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Pros and Cons of Joint Ownership of Property with Children

Anchin Private Client CenterJuly 31, 2019Michael Rudegeair, Senior Manager - Anchin Private Client
Pros and Cons of Joint Ownership of Property with Children

Joint ownership is a common shortcut for estate planning, and individuals should be aware of the pros and cons in order to make an educated decision regarding their estate. Joint ownership is common for real estate, but may be used to hold other kinds of assets.

Pros and Cons

There are a few clear advantages to joint ownership. First, it is convenient. If an individual owns any property and his or her children are joint tenants with “right of survivorship,” the property transfers automatically to those children when he or she dies. This transfer occurs without the need of a trust or the involvement of any court or any sort of formal authorization. Avoiding probate (this is the court system for administering estates) results in reduced costs and faster transfer of the property. Thus, joint ownership is easy for individuals to move assets to their children once they pass.

As is the case with many shortcuts, there are downsides. Although joint ownership is favorable due to its simplicity, it can lead to countless issues such as taxes, creditor claims, and loss of control. Adding a child to the property might be a taxable gift (unless the child contributes to his or her interest in the property). Joint ownership may expose the property to unintended benefactors, such as former spouses. Additionally, the co-owner could not dispose of property without the joint owner’s consent. Therefore, joint ownership can lead to unfavorable circumstances that could limit his or her say in the ownership of property.

Similarly, if bank or brokerage accounts are owned jointly, either owner could buy or sell assets, and either owner could withdraw all of the assets. Each joint owner would have full legal rights over the total assets in the account. If a person’s child cannot be trusted with the money and assets, this may not be a good strategy for them.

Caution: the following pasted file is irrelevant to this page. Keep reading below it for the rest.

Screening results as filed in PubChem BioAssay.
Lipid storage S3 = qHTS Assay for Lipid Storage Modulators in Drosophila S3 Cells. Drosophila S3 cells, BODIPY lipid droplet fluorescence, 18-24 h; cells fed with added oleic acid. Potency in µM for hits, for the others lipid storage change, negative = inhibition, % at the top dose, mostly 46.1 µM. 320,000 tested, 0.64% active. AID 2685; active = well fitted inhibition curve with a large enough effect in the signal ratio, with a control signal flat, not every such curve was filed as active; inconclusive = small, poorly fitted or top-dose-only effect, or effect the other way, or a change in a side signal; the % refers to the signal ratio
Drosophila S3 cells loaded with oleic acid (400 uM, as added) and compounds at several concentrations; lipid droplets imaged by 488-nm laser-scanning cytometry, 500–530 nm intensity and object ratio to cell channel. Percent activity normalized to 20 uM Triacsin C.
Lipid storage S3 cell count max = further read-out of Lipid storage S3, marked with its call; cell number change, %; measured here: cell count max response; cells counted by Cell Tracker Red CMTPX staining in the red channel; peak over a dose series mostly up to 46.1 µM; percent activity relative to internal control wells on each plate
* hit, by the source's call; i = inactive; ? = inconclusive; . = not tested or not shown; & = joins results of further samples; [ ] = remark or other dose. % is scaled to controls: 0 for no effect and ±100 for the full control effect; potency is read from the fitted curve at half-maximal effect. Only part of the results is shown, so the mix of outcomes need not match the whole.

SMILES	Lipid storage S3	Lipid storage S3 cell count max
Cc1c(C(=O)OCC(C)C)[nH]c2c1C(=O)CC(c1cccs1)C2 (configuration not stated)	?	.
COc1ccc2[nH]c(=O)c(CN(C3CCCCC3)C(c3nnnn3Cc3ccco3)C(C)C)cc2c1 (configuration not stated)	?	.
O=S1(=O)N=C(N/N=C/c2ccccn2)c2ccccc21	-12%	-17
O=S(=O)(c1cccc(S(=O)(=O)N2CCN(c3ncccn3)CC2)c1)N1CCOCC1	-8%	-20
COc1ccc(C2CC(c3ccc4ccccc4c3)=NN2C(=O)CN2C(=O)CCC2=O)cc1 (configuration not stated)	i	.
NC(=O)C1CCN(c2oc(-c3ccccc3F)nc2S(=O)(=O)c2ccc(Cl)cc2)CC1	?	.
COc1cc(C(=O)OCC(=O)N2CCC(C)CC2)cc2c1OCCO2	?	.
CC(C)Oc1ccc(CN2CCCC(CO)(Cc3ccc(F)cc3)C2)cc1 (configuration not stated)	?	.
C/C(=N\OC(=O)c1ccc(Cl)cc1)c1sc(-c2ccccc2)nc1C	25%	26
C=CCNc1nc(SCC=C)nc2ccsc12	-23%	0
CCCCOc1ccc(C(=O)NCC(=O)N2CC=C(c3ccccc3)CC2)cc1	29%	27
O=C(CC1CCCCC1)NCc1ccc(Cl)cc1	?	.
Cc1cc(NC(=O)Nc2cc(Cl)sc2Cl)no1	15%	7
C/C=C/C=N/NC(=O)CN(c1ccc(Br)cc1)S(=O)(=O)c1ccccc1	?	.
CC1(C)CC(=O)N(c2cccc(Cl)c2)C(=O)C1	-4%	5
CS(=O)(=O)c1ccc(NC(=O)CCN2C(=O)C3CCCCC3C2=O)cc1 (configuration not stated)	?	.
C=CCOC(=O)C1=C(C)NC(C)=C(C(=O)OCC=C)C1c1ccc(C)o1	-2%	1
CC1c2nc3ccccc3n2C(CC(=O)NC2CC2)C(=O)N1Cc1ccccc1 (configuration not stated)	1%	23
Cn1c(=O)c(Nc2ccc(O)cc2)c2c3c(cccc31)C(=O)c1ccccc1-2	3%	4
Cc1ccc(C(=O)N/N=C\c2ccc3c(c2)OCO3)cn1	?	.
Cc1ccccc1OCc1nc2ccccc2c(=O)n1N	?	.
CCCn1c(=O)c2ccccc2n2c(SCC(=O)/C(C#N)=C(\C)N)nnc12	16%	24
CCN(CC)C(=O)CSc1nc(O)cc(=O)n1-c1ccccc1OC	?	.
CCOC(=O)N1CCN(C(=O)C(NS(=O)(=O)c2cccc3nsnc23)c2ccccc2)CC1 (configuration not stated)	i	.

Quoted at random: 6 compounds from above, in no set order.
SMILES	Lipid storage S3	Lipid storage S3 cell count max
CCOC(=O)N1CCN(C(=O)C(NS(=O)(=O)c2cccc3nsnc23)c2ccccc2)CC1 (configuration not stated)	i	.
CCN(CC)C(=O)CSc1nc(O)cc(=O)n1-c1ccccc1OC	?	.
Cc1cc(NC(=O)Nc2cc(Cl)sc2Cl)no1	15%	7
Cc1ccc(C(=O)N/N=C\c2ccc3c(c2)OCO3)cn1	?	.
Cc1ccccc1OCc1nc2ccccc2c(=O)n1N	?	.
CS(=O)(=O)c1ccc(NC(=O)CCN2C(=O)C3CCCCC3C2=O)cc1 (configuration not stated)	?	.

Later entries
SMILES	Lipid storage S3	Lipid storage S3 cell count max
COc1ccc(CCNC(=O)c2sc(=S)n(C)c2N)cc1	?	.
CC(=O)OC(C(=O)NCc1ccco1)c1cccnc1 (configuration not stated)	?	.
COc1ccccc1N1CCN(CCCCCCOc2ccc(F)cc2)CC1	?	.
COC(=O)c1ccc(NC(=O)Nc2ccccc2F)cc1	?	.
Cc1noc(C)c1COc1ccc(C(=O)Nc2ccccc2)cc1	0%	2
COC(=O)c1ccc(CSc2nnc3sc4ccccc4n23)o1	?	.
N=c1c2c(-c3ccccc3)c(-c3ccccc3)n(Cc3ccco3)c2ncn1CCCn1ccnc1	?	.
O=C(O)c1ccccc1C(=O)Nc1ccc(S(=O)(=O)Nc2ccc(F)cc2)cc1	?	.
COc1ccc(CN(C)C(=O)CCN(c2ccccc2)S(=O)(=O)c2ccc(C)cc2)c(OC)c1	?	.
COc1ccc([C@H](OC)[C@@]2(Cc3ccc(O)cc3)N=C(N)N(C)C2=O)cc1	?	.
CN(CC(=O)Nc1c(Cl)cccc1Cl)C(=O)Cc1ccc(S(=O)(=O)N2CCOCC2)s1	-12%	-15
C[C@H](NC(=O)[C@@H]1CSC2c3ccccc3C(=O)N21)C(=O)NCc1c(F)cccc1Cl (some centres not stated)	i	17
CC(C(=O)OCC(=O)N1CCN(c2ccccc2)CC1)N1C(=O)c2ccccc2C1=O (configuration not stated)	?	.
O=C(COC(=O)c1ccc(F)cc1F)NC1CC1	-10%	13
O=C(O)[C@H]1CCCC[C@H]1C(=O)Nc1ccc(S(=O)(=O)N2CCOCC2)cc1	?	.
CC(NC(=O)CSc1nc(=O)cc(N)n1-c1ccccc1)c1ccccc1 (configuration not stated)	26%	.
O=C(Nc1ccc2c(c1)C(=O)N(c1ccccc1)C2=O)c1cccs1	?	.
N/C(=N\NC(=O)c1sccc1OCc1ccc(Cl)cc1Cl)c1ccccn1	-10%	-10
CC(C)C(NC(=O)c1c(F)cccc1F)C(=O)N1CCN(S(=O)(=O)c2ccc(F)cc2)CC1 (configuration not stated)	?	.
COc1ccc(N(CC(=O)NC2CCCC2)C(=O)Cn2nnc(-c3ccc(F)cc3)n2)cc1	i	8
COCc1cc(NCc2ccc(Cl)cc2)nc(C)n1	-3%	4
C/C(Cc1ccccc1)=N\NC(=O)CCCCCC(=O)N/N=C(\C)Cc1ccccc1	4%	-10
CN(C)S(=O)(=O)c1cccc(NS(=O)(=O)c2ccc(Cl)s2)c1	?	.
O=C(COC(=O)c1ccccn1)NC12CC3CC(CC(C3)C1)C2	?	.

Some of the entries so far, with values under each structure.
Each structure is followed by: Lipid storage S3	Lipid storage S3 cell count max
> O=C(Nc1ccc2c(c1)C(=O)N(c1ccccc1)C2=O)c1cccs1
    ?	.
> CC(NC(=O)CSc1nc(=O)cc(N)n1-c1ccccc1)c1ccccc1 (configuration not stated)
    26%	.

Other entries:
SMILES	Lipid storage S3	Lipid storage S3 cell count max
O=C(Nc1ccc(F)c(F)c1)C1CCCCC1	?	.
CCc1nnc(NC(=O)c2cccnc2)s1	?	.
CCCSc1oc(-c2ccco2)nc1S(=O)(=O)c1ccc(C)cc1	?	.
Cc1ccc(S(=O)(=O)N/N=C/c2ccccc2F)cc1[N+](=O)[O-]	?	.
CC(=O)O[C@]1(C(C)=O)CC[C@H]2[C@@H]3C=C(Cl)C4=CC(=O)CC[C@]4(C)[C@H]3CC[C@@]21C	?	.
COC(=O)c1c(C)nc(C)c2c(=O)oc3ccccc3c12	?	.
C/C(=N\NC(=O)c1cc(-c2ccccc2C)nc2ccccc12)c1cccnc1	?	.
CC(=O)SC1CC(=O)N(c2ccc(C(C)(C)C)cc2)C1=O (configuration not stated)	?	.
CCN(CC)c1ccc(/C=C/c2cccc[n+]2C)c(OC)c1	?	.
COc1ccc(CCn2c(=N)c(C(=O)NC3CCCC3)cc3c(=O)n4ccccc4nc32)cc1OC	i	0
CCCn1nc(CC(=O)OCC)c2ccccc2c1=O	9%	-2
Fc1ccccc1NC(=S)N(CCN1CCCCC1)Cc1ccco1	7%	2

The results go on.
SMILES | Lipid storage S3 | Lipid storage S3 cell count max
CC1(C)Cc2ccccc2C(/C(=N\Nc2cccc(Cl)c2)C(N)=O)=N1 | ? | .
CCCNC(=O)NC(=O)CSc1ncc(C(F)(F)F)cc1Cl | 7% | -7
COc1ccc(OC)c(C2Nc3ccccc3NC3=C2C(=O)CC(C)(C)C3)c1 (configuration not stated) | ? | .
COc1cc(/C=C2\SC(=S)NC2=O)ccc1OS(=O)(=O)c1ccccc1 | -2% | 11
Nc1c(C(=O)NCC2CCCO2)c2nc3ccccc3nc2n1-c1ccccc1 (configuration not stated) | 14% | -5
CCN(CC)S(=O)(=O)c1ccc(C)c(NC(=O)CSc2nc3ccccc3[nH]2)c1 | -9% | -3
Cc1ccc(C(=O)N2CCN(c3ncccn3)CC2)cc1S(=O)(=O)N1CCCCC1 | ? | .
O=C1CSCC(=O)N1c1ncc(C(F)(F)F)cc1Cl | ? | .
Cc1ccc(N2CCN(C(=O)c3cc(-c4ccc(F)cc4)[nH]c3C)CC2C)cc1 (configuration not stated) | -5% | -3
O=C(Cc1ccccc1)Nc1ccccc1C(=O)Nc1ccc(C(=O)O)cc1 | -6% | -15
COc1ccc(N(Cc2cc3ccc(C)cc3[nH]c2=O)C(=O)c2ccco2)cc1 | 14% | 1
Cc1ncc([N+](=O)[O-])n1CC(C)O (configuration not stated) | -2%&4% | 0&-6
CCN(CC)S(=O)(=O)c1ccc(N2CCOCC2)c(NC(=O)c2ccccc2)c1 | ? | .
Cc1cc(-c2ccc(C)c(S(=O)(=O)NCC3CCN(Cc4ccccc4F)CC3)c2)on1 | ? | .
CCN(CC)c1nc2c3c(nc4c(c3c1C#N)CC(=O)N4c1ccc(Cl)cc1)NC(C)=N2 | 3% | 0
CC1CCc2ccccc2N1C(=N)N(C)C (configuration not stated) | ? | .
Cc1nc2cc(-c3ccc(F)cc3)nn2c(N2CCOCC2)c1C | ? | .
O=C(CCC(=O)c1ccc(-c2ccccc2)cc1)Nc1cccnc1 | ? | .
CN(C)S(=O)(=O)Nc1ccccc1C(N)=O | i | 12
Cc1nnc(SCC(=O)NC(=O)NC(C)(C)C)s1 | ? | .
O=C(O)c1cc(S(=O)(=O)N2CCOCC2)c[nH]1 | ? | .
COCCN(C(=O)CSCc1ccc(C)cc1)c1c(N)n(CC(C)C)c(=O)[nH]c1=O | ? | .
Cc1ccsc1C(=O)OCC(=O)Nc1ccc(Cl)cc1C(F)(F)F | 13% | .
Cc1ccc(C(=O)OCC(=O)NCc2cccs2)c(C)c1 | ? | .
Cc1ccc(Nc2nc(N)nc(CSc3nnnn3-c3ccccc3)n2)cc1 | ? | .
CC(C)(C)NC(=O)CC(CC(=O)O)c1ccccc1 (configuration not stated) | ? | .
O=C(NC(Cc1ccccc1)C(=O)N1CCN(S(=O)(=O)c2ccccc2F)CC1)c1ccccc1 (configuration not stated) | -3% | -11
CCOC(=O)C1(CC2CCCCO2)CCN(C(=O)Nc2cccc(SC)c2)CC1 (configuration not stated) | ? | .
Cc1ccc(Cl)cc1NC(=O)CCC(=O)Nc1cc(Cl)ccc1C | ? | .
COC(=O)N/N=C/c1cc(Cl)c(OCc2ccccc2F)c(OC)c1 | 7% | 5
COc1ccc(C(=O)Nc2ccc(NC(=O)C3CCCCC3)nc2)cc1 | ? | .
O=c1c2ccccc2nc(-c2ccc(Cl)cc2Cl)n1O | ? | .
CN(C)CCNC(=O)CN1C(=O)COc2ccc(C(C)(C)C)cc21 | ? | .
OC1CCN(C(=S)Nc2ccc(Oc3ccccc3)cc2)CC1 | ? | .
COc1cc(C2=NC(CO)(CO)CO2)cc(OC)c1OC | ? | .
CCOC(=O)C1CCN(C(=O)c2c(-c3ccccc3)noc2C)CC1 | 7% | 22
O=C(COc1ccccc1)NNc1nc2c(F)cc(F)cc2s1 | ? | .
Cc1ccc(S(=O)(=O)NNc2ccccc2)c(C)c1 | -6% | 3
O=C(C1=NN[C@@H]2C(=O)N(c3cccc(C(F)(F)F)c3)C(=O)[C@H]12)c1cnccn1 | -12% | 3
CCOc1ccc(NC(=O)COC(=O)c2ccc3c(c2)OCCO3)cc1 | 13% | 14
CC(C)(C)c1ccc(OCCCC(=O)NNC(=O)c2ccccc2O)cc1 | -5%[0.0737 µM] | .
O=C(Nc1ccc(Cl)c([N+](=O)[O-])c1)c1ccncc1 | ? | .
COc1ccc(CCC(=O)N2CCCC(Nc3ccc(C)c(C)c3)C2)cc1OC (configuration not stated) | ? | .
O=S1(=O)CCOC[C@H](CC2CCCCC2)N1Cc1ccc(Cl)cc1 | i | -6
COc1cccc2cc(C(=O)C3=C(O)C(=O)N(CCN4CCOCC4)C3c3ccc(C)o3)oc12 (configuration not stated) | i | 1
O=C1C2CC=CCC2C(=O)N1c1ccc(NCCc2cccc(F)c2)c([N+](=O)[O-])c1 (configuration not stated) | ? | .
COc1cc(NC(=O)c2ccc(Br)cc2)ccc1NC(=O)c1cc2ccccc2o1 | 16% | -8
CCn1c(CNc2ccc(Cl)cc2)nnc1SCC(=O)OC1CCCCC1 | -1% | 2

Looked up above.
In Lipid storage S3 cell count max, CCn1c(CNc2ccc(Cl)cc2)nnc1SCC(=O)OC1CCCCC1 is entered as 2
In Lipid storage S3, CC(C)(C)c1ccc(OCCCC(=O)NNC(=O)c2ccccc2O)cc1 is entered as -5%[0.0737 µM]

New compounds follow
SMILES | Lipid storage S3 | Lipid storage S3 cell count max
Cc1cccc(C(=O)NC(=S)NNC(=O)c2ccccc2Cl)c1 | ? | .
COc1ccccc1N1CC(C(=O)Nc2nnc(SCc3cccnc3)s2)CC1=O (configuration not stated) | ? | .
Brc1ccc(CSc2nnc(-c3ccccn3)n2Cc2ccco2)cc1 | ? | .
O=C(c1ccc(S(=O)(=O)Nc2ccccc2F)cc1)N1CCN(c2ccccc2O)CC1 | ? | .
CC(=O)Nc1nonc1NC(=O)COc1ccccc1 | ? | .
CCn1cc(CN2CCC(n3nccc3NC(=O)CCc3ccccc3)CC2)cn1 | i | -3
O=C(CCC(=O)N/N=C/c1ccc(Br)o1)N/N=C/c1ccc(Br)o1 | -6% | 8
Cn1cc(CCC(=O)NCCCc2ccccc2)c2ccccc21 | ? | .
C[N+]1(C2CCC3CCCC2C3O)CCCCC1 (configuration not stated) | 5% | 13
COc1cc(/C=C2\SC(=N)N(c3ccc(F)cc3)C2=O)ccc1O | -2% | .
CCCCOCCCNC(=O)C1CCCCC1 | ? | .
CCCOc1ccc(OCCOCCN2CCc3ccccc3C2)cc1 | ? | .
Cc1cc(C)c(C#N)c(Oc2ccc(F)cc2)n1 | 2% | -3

Finally, assets gifted to children (see above about taxable gifts), are not included in one’s estate, and the basis of those assets are not stepped-up to fair market value (FMV) at death. When those assets are eventually sold, the gain will be higher because of the asset’s lower basis. This could give pause when considering the gifting or transfer of a highly appreciated property.

JTWRS and Wills

Remember that property owned as “joint tenancy with right of survivorship” cannot be disposed of by will. Any reference in a decedent’s will is ineffective, as the jointly owned property passes automatically to the co-owner.

There are a variety of options, each of which should be considered with an advisor, factoring in a person or family’s specific goals and fact patterns.

To properly consider all of your options and correctly address assets in your estate plan, contact your Anchin relationship partner or Michael Rudegeair, a member of Anchin Private Client, at info@anchin.com or 212.840.3456.

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